When relationships break down a potential source of conflict and worry are the arrangements surrounding contact & residence of your children. Where should the children live and with whom ? What about contact with the children & non resident parent ? What happens if you cannot see eye to eye with your partner on a suitable arrangement ? Orders may need to be obtained at Court. All are common problems that I have successfully addressed over my career as a family law solicitor in Perth. Need help with a contact or residence issue ? Call me on 07310 164 305 or use the contact form.

I often hear the terms ‘access ’ and ‘custody ’ used when referring to children. What do these terms mean ?

‘Access’ & ‘custody’ are outdated terms no longer used in Scots Law, albeit the terms still tend to used a lot by parents & the public. The correct terms are ‘contact’ and ‘residence’. If a child is not resident with you then you would seek contact with that child. Residence refers to which parent ( or a grandparent/aunt ) a child resides. Post separation, after consideration of the suitability of prospective arrangements, parents often decide themselves where and with whom a child will reside. However, where there is conflict, the Court may be called upon to decide. Guided by common law & The Children (Scotland) Act 1995  the Court will consider the welfare of the child, the views of that child and what is in the best interests of the child before issuing any orders.

The court, in consideration of issuing orders concerning children, will not exclusively focus on the merits of the claims of parents, with no parent seen as ‘ better ‘ than the other. The court will take a multidisciplinary approach by obtaining the views of the children, testimony from teachers, social workers, child psychologists and other expert opinion as the court may see fit. The court will always make a decision based on what is in the ‘ best interests ‘ of the child.

My partner and I are separated. Relations between us are strained. She is stopping me seeing our children. What can I do about this ?

As a family law solicitor I have a great deal of experience in dealing with issues of this nature. Ideally, after separating parties should  come to an arrangement for children to see parents & grandparents. If your wife, or an ex partner, is preventing you from seeing your children, then an action for contact would be an option. The court would hear the parties pleas and the court would decide on contact times. The court must be satisfied when making any order that the proposed order is in the best interests of the child & that it would be better for this order to be made than no order at all. The welfare best interests of the child is the court’s primary concern; not that of parents. Often the court will decide on interim contact arrangements with a view to assessing how contact progresses between children & parent.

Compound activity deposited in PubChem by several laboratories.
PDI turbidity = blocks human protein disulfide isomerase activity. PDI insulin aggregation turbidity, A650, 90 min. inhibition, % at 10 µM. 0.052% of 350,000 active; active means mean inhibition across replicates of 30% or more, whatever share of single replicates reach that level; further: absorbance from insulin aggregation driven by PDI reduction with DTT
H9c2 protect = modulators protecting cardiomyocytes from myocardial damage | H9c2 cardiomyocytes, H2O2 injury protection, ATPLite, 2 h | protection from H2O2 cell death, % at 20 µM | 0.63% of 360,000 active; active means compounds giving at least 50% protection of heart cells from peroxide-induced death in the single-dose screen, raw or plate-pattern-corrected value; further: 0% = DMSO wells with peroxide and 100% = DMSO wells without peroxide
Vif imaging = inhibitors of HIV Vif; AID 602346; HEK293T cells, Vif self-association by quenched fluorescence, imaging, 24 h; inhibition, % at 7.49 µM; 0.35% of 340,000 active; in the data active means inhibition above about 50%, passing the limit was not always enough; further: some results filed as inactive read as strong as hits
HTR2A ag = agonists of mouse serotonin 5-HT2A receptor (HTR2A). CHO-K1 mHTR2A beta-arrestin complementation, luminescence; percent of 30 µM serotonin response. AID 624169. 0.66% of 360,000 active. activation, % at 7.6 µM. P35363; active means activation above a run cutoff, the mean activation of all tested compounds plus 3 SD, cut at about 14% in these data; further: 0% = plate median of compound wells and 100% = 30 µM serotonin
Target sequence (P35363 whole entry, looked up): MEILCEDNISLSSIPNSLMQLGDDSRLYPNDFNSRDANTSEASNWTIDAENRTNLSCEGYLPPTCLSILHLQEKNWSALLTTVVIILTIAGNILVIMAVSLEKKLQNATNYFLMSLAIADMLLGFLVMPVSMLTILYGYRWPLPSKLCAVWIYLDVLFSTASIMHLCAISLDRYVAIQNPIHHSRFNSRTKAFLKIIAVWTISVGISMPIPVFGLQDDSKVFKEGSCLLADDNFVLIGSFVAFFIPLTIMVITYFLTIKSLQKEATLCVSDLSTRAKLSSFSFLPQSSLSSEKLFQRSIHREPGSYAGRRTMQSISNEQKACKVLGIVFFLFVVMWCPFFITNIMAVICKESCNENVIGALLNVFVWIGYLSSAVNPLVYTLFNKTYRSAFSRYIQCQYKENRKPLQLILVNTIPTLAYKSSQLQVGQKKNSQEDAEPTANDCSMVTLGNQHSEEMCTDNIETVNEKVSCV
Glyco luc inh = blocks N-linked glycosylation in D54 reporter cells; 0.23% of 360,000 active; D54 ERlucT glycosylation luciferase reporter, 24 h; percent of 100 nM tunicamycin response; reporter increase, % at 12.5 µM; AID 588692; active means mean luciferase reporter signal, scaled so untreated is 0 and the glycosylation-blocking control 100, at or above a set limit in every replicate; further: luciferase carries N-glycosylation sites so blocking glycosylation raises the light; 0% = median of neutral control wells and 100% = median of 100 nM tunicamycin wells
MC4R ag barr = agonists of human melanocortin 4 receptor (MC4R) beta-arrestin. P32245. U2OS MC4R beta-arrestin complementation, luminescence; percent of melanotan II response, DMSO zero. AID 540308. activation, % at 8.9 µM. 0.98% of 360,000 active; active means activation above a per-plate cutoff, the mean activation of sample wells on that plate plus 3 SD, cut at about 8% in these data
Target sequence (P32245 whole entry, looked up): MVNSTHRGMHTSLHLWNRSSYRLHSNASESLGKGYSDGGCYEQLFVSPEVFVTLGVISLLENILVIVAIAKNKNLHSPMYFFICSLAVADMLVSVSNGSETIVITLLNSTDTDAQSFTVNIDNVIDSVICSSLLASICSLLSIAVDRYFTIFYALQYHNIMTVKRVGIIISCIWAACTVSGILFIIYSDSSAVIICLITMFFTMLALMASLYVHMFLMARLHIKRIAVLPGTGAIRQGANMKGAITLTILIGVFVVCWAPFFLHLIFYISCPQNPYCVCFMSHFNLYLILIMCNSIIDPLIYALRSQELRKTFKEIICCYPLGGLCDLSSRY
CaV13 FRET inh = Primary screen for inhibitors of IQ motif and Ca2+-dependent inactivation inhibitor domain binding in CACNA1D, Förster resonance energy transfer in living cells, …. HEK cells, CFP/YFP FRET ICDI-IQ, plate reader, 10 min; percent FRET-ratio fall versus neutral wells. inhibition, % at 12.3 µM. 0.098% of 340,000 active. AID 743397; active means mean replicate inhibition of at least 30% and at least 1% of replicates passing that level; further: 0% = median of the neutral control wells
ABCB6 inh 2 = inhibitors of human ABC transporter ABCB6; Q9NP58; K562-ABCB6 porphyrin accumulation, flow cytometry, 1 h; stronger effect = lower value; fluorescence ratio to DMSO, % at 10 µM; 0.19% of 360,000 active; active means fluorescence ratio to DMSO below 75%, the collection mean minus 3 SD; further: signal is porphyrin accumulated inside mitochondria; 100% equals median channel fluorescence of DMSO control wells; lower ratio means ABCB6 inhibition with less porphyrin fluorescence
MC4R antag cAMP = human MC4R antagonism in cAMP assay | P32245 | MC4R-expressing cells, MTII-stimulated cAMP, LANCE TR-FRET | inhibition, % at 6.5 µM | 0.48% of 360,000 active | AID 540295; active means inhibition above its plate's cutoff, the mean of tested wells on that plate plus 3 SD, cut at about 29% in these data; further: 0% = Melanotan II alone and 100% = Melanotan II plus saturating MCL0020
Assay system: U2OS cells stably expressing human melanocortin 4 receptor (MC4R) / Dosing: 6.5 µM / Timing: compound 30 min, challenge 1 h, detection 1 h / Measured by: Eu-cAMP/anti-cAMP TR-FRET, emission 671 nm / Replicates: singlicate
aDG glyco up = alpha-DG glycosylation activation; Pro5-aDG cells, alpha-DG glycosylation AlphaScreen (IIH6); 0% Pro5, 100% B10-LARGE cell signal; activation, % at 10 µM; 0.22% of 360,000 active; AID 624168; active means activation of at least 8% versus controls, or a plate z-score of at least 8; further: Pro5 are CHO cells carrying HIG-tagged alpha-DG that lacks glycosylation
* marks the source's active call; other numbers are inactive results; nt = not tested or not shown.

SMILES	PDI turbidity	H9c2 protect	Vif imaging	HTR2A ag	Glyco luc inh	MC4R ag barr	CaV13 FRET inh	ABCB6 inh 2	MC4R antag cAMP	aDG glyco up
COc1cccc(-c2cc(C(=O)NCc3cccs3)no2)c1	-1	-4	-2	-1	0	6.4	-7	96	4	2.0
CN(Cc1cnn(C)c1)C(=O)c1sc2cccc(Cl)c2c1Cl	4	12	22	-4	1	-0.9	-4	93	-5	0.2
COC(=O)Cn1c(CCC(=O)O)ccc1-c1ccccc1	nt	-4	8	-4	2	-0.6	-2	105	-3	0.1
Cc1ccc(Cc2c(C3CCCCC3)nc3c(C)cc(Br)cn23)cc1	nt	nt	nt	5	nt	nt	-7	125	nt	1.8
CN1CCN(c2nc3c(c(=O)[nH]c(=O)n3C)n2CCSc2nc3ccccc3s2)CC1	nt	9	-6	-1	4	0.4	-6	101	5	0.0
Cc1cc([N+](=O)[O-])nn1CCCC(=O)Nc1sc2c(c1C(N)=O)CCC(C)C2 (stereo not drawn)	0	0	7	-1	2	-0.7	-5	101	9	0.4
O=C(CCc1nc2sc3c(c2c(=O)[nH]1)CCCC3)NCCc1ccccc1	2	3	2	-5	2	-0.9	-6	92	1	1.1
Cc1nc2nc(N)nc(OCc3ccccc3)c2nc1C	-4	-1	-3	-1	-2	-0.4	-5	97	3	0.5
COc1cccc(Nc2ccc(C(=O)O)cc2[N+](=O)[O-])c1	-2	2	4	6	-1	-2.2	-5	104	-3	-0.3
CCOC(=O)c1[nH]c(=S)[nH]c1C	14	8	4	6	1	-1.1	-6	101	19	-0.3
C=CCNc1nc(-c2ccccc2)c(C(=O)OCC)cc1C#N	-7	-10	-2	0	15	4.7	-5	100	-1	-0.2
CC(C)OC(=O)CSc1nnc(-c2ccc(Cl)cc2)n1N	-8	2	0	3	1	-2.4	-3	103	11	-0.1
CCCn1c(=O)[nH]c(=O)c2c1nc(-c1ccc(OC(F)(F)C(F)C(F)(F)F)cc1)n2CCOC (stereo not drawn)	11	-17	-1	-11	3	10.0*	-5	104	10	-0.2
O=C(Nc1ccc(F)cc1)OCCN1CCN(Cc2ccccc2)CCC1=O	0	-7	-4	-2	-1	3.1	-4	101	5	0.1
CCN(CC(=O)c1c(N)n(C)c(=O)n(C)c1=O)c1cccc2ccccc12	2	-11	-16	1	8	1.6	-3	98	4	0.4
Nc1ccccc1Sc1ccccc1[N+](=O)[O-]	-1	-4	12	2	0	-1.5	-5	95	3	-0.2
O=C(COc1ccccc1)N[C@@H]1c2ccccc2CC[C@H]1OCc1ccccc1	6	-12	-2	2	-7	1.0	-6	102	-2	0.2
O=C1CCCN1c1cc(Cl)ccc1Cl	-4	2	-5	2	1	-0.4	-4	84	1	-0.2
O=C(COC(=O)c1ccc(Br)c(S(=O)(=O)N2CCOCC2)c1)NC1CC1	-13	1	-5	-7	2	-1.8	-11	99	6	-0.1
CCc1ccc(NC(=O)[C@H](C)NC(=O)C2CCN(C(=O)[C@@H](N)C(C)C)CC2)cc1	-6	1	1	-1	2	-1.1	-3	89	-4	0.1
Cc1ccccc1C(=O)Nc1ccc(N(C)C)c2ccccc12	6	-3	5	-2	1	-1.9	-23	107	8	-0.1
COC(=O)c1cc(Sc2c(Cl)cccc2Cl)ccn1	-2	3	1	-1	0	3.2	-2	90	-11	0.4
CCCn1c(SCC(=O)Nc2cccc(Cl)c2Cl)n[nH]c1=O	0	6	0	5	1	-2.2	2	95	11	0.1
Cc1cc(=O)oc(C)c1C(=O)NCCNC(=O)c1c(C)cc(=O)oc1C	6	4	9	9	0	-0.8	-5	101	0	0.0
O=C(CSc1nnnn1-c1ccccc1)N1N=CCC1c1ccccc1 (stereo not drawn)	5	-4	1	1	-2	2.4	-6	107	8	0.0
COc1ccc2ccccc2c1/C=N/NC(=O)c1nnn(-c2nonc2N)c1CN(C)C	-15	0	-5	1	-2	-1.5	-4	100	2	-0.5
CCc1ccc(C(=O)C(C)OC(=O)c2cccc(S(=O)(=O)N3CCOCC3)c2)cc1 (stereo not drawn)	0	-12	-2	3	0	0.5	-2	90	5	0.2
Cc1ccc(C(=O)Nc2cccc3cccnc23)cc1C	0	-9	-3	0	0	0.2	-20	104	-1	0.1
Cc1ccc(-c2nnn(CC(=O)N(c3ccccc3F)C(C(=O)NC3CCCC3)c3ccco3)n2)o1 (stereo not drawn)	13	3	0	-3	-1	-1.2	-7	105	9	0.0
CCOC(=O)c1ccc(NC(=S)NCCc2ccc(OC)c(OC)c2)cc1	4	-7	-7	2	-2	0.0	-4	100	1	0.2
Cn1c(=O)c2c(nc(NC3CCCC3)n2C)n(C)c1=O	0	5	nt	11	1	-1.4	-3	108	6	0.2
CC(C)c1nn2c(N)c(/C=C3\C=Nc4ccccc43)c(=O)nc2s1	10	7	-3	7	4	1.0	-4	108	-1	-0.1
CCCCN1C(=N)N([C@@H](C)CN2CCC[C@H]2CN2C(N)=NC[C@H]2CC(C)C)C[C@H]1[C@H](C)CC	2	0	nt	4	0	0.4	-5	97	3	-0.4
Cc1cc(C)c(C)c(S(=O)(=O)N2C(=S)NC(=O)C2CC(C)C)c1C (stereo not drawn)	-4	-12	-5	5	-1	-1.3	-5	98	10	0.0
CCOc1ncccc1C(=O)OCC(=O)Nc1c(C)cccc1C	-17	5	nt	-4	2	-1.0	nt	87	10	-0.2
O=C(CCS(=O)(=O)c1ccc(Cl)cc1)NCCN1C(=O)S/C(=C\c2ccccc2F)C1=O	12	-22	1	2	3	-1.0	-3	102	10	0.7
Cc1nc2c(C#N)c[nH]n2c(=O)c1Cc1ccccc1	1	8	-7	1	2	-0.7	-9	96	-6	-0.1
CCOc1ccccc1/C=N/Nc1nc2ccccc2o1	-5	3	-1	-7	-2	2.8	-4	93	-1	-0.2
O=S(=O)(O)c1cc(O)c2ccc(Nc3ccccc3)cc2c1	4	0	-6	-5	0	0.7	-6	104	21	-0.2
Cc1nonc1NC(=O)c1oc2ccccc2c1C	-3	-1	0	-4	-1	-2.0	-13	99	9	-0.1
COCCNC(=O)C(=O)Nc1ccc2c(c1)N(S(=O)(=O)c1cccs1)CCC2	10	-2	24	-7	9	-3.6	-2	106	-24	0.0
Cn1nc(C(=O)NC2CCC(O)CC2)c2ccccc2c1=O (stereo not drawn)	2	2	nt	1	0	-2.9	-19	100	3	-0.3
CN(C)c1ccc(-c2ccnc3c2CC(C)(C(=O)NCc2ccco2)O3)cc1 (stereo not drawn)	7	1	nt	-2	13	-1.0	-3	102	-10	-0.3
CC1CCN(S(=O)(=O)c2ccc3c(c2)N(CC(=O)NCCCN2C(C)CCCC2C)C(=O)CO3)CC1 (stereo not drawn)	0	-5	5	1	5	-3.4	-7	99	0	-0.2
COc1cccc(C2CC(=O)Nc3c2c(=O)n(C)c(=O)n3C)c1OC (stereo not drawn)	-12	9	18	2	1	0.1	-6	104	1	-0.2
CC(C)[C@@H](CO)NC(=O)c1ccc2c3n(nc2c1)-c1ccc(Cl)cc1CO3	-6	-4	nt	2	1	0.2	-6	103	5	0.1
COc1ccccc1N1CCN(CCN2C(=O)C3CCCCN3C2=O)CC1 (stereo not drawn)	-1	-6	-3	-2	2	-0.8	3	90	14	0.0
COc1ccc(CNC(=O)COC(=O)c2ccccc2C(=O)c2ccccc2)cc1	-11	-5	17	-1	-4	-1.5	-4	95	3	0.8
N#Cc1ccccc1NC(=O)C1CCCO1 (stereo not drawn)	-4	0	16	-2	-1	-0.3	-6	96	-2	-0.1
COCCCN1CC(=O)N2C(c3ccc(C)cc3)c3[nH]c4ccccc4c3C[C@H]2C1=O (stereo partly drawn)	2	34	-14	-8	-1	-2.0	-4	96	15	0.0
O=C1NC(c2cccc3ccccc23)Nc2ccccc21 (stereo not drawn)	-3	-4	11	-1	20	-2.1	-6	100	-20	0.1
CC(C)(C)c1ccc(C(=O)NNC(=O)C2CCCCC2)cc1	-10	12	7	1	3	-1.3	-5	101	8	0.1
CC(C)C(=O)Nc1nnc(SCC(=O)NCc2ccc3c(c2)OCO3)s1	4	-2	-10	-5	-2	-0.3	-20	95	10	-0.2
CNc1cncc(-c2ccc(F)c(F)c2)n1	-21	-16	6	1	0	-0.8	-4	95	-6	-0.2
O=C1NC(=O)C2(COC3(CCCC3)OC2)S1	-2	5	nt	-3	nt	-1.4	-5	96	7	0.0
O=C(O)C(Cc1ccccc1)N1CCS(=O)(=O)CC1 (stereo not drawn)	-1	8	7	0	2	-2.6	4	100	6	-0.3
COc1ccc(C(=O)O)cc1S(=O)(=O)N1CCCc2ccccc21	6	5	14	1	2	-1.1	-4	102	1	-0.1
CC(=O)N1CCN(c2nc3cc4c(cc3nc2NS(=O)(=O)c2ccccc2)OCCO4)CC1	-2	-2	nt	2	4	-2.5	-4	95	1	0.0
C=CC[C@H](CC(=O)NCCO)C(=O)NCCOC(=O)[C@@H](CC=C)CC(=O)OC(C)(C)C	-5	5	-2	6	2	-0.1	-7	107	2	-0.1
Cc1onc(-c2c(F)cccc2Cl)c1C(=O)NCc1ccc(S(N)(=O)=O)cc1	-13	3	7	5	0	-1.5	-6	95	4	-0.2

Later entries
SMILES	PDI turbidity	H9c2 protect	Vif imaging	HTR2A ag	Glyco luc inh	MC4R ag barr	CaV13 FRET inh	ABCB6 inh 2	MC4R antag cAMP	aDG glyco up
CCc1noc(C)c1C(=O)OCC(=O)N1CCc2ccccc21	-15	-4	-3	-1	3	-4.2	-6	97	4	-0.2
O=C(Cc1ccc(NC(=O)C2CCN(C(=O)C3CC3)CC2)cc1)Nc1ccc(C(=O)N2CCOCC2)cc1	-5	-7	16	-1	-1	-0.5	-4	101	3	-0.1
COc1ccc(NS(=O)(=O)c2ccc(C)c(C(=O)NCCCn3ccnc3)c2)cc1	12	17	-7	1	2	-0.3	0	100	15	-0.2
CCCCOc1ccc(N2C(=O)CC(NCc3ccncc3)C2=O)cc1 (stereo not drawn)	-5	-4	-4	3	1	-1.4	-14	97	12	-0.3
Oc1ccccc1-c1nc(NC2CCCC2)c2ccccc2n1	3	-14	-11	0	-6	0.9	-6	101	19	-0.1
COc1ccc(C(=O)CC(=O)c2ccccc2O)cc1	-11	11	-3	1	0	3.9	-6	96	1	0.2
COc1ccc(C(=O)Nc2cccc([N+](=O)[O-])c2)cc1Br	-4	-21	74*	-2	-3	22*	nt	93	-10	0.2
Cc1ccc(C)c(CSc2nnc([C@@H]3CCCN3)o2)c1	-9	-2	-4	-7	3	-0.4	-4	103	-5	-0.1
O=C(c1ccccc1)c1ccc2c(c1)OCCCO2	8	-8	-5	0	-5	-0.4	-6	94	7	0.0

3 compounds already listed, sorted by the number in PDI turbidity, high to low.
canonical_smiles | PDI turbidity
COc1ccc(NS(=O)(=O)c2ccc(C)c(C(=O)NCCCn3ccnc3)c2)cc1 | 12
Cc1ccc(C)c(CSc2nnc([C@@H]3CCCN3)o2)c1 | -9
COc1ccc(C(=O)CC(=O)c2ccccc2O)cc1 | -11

We had a contact agreement but it is not working. What can I do ?

You may already have an agreement drafted by your solicitor which incorporates arrangements for child contact & residence, and this agreement did provide continuity & stability for the children. However, for parties where agreements are being flouted or ignored or where the agreement is clearly failing then one can ask the court to enforce the order or the court may take a view on the current fitness of the order regulating contact and residence. I would always hope to resolve an issue like this through negotiation and agreement with another skilled family lawyer thus avoiding court action, however should an impasse be met and court action required, I have a great deal of experience in this area of family law.

We don’t get on with our son’s ex wife and we never see our grandchildren. Can we as grandparents obtain a contact order ?

The situation above is one of the unfortunate side effects of the breakdown of a marriage or cohabitation. Relations between children and their extended family may wither away or stop entirely. The Children’s (Scotland ) Act 1995 allows for an interested party to apply to the court seeking an order; namely contact, residence or parental rights & responsibilities. The court does not look at the application from the perspective of how grandparents may benefit from the order; the court will always look at the application from the perspective of the child – is the proposed order sought in the best interests of the child & that it would be better for this order to be made than no order at all ? And if the child is able and wishes to express a view, that child should be given an opportunity to express that view and the view taken into account.

With 20 years experience of resolving children's contact & residence disputes in Perth help is at hand

Do you need my help with a contact or residence dispute ?

Call me on 07310 164 305 or use the contact form.

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Louisa J Wade

Family Law Solicitor

2 Ardchoille Park



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